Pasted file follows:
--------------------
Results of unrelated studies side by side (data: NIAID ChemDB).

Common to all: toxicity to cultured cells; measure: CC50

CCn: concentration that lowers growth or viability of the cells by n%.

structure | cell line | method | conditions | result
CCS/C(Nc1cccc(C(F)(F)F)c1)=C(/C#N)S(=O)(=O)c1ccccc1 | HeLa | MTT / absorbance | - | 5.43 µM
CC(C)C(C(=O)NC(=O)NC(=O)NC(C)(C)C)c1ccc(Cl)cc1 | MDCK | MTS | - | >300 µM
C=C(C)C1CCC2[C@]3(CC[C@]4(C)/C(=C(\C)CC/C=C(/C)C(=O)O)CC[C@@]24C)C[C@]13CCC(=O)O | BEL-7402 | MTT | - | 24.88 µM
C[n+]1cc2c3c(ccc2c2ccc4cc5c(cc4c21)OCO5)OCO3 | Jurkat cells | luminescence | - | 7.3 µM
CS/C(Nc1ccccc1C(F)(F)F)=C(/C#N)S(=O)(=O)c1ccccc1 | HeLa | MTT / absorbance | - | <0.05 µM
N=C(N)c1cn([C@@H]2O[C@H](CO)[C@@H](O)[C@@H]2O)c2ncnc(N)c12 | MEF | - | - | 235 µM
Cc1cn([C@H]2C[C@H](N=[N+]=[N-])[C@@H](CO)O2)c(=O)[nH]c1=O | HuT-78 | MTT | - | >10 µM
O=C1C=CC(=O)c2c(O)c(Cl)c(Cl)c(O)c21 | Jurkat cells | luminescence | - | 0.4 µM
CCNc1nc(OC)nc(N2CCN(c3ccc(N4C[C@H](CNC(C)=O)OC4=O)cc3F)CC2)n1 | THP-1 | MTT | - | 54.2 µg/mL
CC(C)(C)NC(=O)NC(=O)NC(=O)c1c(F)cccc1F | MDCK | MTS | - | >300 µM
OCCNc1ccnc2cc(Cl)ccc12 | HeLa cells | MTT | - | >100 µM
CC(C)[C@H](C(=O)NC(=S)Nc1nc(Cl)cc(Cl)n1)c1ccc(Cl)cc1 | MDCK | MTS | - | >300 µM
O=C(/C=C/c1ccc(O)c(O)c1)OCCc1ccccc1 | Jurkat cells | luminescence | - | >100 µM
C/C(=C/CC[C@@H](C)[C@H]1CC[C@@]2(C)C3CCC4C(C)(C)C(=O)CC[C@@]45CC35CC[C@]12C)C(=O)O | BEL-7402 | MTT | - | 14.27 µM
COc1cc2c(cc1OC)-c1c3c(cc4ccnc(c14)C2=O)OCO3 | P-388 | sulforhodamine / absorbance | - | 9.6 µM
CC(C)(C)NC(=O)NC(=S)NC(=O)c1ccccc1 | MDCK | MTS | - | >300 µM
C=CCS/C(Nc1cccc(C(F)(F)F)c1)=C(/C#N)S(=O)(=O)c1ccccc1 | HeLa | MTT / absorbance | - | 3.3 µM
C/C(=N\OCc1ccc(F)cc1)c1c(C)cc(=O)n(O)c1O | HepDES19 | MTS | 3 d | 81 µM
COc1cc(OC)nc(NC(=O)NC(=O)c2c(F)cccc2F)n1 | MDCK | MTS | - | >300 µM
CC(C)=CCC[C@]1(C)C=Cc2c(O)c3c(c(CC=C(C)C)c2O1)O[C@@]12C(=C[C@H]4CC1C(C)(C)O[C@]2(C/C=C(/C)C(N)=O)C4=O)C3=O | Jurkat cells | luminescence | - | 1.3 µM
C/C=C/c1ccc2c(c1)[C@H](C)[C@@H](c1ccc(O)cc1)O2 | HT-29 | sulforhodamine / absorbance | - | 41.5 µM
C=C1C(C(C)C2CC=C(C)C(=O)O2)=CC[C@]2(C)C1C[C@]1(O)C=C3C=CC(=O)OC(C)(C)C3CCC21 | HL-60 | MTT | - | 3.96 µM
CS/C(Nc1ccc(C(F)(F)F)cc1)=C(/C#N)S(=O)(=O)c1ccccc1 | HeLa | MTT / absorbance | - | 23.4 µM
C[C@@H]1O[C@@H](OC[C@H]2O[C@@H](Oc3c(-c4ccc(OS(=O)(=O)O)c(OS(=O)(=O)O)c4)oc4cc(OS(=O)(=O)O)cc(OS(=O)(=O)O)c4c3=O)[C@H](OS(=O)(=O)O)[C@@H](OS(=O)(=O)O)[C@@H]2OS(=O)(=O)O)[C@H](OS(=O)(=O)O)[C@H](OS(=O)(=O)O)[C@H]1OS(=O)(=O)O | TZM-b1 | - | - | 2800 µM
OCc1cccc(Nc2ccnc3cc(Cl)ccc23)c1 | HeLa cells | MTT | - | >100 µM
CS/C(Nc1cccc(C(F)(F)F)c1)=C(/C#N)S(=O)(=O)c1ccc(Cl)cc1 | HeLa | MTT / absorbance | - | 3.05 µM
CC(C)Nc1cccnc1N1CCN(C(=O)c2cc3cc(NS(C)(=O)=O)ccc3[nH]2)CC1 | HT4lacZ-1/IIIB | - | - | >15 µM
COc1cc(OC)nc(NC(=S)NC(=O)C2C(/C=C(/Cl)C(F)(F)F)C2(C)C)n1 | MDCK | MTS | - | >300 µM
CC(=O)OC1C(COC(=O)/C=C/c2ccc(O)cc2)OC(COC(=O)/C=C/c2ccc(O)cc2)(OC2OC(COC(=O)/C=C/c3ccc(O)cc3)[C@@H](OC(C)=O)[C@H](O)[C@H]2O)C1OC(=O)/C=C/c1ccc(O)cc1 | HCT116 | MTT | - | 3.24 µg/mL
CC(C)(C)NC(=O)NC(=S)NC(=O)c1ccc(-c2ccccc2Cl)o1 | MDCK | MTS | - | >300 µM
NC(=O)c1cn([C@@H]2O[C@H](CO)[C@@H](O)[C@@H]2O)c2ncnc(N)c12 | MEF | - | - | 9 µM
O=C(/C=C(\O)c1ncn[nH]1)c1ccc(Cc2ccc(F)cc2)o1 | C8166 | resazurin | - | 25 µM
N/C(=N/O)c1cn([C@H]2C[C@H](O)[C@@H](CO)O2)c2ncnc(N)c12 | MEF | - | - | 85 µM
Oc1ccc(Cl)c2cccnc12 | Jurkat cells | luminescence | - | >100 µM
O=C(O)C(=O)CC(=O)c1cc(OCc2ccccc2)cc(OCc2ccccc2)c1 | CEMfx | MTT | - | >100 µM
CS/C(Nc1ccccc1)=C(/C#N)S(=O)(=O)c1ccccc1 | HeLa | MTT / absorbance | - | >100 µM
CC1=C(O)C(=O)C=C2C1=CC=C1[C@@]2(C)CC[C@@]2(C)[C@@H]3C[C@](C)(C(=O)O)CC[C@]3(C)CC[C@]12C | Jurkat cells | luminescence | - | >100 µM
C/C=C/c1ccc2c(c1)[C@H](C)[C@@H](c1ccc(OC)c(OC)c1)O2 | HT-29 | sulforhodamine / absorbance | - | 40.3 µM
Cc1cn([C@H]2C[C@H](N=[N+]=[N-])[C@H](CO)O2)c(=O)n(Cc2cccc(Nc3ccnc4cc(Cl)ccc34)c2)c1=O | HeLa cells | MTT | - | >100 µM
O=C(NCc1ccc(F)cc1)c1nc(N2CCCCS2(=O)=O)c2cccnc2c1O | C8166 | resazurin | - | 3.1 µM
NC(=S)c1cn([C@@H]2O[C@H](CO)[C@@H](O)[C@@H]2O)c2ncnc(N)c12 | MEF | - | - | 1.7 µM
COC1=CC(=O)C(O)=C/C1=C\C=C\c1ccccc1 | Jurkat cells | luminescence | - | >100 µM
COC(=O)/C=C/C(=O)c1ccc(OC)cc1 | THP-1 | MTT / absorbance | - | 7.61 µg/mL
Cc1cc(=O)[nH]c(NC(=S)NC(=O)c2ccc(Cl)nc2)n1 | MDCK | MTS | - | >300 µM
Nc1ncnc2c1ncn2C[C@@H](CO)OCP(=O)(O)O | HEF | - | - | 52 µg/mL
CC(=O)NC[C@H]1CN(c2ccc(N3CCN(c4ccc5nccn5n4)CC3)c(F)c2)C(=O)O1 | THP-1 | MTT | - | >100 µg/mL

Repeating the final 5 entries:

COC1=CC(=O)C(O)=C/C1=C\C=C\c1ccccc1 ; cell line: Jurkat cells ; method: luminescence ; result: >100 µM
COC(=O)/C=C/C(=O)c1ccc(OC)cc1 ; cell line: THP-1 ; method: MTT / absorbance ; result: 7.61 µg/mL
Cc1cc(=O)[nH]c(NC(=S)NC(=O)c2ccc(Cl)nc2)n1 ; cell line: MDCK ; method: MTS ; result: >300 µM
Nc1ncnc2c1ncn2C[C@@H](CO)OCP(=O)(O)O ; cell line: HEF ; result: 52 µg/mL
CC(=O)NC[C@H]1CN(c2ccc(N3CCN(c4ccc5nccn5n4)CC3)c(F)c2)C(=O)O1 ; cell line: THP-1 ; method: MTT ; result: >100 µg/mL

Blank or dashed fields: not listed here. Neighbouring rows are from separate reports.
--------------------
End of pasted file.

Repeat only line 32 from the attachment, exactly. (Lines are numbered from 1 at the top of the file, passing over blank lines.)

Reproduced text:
COc1cc(OC)nc(NC(=S)NC(=O)C2C(/C=C(/Cl)C(F)(F)F)C2(C)C)n1 | MDCK | MTS | - | >300 µM